Phase 10: Dear Diary, I think I just hit that pile of dogshit on purpose

The Book: Hi, Mr. Hamilton, it's a huge honor to talk...what?...oh, speak into the microphone?...like this?...is this better?...okay, sorry...so, hi, um, I'm a little nervous, sorry...I was wondering how my beloved science-fiction space opera alien invasion quantum singularity wormhole techno-saga turned into a pastoral medieval superhero Police Academy VII love-triangle telenovela? Thank you.  

The Ride: I've got to lose weight. My wife is pregnant and I promised I'd drop as many pounds as she gained. I'm doing it for my health, for solidarity, and because I have to take a life insurance physical. So now I'm looking at riding to work, then riding home, and then, what, working out some more? Are you kidding? I've got to somehow burn more calories during my commute, which means pedaling faster or in a tougher gear, which just gets me home even earlier and starts the Tasmanian eating frenzy that much sooner. Gads! How dumb are our lives allowed to get? My solution is to extend the ride home, by traveling in the opposite direction of my house when I leave work. Try this sometime. Leave work and move in the opposite direction of your house. You will feel a tug, like gravity has pivoted 90 degrees. You will feel like a dying spawning salmon. And the pounds will melt away.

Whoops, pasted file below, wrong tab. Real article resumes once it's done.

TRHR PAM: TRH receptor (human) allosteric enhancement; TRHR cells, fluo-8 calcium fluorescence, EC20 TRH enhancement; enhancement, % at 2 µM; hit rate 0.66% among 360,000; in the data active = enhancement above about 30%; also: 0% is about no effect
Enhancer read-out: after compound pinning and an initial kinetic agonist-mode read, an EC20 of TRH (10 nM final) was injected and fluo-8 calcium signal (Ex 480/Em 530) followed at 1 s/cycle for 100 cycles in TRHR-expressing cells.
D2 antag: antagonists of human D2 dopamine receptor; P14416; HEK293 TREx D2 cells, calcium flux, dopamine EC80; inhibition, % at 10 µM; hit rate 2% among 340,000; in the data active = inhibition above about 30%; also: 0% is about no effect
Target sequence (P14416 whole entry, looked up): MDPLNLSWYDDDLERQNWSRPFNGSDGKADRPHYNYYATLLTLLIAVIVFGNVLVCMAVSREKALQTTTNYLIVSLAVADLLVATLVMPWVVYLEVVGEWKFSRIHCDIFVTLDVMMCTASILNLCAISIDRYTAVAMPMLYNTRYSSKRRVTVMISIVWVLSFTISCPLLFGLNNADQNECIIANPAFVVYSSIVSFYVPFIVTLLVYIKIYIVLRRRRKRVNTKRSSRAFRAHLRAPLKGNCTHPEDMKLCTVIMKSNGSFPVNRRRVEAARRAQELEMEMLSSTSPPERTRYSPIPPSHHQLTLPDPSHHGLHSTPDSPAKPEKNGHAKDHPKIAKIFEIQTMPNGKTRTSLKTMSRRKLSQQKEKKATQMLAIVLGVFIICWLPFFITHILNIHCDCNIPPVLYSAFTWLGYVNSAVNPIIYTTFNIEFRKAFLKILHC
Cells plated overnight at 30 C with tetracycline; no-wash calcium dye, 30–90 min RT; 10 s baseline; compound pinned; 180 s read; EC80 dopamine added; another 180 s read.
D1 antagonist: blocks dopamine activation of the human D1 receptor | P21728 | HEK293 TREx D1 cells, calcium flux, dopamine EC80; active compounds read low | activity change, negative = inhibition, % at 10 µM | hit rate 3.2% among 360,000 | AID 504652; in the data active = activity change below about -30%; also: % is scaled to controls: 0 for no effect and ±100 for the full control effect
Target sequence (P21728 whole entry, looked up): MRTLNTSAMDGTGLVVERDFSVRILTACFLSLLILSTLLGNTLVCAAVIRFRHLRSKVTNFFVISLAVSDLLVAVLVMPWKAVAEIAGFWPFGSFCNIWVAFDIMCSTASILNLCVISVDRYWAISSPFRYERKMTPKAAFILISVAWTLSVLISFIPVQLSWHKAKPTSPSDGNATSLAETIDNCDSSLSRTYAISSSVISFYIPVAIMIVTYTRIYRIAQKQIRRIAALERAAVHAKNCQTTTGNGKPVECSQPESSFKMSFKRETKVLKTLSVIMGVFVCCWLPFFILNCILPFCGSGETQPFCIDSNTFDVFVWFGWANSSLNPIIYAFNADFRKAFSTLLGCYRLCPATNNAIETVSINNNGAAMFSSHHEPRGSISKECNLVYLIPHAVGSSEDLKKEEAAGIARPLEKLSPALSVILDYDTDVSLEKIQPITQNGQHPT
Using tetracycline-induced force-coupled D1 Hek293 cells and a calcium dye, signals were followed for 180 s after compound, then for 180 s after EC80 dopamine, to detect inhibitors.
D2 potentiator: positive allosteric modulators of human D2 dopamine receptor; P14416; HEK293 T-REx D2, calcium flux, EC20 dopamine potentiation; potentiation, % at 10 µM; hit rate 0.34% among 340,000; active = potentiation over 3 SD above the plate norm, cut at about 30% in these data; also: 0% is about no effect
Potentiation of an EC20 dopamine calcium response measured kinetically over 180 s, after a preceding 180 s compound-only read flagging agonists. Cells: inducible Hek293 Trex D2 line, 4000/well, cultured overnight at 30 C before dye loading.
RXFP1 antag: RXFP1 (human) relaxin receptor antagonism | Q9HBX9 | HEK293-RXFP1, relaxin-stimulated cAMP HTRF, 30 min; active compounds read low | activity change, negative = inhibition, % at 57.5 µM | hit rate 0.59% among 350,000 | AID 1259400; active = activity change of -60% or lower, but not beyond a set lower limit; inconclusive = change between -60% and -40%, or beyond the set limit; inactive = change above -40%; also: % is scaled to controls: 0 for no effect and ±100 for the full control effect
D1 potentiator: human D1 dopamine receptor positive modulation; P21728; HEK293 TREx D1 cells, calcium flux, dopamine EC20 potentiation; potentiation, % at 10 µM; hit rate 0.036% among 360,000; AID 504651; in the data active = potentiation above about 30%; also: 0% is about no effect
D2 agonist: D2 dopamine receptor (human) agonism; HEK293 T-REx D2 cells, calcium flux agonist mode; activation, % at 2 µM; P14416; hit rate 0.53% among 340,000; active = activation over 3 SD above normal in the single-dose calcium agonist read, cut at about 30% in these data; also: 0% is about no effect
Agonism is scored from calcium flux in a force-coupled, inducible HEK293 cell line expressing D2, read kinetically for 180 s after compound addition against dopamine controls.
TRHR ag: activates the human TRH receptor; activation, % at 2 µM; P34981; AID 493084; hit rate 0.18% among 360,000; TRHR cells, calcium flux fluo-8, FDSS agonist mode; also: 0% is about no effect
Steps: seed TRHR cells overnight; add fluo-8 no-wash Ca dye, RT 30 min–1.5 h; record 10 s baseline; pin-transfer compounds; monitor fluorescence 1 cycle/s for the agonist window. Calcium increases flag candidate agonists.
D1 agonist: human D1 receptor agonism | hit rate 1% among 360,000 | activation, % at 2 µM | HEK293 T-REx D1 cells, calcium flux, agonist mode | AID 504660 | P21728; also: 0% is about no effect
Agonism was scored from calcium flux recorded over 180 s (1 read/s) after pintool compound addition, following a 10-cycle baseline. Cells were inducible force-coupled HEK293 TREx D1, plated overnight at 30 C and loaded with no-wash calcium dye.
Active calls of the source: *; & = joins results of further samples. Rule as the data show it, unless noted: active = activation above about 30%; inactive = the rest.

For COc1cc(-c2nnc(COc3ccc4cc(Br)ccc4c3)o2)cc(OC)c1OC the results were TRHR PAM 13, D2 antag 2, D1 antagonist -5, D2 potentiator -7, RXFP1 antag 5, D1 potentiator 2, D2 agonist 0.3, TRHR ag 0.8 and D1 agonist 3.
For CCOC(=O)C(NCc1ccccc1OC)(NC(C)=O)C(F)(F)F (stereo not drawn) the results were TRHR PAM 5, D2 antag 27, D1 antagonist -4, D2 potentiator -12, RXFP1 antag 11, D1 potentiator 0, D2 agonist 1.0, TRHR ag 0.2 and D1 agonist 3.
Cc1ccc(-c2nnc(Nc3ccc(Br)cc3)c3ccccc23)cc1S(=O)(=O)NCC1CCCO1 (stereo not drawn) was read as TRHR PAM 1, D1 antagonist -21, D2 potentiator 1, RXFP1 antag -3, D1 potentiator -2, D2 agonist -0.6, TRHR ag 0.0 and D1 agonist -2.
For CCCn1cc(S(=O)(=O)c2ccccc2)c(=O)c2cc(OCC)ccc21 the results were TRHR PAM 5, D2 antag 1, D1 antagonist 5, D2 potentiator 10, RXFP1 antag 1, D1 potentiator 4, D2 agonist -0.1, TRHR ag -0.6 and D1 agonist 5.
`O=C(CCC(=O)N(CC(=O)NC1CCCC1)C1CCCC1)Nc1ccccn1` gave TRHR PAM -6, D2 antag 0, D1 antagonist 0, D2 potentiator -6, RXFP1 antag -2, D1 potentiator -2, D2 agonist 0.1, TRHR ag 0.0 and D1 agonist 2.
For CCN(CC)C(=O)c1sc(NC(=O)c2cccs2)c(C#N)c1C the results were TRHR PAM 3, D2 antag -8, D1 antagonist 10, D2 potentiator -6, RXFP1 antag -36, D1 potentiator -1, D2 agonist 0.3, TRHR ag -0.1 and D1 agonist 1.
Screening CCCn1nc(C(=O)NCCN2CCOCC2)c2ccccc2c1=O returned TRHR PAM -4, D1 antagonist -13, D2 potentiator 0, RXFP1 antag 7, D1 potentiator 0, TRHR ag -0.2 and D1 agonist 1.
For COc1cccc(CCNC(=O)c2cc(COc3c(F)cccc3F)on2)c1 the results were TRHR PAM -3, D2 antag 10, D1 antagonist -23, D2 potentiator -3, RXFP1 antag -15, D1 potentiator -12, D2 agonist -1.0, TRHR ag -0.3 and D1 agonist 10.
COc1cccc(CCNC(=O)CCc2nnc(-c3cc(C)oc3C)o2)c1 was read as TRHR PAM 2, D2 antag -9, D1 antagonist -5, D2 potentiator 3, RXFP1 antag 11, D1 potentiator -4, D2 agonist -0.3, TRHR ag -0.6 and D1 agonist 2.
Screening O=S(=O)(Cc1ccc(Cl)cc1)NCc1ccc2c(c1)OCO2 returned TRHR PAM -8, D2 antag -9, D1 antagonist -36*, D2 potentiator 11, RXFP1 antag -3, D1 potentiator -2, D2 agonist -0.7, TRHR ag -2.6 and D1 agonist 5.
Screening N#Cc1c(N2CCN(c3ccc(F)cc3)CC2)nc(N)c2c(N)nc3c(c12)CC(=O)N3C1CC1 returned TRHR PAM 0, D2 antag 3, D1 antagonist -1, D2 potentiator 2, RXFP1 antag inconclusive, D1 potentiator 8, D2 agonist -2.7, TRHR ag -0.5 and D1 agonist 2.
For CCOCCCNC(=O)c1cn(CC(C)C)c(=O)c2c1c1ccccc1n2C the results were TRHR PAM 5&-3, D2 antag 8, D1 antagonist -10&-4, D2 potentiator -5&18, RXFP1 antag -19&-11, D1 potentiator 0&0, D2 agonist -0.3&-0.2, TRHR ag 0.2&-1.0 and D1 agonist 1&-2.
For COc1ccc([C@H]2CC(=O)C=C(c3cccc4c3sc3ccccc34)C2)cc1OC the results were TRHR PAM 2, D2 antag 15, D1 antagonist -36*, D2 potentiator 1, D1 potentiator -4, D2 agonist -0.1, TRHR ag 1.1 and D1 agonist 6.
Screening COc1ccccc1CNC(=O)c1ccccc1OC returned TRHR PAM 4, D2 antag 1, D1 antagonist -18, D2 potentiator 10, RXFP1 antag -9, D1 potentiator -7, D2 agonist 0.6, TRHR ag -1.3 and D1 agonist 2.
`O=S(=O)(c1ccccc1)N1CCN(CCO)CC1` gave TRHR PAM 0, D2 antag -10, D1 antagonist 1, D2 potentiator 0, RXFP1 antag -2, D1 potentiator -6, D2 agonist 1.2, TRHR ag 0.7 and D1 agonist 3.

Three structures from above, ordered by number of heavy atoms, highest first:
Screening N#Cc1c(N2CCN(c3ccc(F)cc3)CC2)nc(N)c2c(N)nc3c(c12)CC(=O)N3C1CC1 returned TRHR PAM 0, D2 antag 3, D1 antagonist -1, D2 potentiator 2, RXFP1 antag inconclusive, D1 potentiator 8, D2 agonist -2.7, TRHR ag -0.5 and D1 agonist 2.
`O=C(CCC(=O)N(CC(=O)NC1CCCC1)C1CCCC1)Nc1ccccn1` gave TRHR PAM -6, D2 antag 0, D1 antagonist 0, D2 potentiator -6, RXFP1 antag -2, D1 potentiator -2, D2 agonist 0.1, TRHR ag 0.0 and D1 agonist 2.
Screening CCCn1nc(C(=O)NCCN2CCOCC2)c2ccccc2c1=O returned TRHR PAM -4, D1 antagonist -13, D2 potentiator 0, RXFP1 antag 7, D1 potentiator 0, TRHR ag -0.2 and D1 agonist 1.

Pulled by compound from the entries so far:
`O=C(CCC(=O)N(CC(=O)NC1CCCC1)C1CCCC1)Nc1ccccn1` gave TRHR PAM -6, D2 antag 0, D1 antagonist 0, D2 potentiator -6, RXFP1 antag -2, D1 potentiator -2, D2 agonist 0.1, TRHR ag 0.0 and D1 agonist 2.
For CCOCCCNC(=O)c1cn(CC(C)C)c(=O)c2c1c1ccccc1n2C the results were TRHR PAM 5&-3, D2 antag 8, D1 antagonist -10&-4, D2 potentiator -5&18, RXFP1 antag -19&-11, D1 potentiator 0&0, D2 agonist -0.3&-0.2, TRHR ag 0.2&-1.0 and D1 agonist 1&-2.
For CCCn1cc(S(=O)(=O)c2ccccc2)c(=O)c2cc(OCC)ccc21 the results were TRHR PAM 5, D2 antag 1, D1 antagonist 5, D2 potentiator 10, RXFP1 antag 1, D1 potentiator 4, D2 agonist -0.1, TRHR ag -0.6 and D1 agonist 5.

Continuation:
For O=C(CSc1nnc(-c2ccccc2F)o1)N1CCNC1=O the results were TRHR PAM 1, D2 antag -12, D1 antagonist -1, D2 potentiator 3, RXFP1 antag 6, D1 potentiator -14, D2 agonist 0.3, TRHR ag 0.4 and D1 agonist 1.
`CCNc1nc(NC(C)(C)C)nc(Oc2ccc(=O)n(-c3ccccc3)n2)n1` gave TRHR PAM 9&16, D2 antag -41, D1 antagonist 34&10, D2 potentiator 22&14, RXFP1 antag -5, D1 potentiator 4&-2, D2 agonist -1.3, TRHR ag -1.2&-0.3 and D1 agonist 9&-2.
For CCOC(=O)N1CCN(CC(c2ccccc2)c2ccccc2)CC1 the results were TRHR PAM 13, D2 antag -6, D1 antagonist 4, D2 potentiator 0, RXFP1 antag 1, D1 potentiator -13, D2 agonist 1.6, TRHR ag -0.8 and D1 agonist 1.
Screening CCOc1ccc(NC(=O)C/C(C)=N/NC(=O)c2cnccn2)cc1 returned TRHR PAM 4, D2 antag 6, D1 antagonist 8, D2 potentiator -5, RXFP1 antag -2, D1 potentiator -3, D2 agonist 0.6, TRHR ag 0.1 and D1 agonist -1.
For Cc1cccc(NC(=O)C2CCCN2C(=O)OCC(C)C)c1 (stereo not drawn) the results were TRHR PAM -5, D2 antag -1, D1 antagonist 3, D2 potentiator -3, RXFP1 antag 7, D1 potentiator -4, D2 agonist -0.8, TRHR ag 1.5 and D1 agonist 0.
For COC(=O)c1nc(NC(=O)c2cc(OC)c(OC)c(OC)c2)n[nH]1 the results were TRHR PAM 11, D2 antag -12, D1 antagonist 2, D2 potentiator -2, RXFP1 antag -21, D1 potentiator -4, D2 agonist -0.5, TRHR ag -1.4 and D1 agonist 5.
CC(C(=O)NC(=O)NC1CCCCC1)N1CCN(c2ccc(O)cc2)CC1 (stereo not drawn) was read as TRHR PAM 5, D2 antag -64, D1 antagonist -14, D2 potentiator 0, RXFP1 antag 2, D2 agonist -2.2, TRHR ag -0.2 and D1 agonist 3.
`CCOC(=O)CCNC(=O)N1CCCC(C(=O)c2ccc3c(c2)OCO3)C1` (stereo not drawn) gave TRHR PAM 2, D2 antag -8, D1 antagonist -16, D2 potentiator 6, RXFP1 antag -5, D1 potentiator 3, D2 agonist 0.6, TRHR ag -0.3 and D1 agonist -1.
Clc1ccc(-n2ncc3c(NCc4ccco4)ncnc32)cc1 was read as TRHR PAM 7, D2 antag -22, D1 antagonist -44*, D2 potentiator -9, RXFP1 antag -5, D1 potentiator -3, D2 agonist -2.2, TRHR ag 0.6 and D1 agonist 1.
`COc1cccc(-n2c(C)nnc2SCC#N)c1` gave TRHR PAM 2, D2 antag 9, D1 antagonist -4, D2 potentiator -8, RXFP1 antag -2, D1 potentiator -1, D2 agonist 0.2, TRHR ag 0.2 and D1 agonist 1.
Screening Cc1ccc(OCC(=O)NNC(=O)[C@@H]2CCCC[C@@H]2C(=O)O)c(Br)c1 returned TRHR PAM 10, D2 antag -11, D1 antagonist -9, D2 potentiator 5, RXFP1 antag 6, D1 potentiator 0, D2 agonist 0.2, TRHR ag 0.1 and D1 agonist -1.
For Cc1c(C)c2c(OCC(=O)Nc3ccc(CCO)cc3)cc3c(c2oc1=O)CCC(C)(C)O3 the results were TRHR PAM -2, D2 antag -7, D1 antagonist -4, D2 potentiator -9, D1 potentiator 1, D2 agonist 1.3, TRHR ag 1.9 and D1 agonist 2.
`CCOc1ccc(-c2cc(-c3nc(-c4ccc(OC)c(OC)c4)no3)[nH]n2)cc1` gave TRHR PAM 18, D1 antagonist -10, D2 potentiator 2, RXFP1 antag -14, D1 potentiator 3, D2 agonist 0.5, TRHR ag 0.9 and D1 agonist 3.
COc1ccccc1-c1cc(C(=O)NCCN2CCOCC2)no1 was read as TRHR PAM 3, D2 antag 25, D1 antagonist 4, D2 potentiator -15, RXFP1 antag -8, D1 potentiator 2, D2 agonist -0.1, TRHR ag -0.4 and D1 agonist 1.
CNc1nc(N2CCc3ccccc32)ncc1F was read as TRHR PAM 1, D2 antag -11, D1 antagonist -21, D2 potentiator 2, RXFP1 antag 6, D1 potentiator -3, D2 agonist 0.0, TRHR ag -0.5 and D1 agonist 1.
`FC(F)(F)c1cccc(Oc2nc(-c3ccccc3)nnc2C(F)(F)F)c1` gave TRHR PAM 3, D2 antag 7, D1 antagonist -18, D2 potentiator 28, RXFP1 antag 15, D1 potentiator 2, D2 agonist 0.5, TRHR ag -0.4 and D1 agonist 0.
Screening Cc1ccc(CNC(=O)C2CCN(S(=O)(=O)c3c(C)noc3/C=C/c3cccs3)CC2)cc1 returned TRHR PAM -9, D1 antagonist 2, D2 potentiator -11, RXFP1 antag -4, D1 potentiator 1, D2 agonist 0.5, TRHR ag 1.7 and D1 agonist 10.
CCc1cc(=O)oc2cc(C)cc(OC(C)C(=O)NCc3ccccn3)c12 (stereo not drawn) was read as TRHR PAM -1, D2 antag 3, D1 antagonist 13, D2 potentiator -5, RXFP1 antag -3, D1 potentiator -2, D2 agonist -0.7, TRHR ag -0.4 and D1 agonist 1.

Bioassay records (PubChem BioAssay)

The Confluence: Hamilton's greatest strength is his imagination. His books are full of fascinating and weird details about life in the future. Things like "going multiple," which is cloning yourself many times over. When you go multiple you live in a big house with all yourselfs, keeping your poor worn-out girlfriend up all night, every night. There's also the gaiafield, a network of human thoughts and emotions, like an organic internet you log into with neural implants. I'd love to have that gaiafield working during my bike commute. I need to know what people are up to. There's far too many of them out there doing shit I don't understand. Like the guy I see every day who sits on his bike seat and pushes himself along with his feet, instead of pedaling. But the seat is really high, and his feet barely touch the ground, and it looks like he's just squashing the hell out of his nuts the whole time. There's another guy I see whose dressed in full plastic plated body armor, including a Iron Man-type helmet. I assume he's been hit by a bus in the past and isn't taking any more chances, but I don't know. I need the gaiafield. I need the gaiafield to tell me what people do for a living, how much they make, what song they're listening to. I need it to tell me why you'd run a hang-gliding school on a bluff over the beach, and stand there day after day steadying your hang-glider in the wind, and apparently never ever ever actually go fucking hang-gliding.

 Click here to read Part IV

Click here to read Part I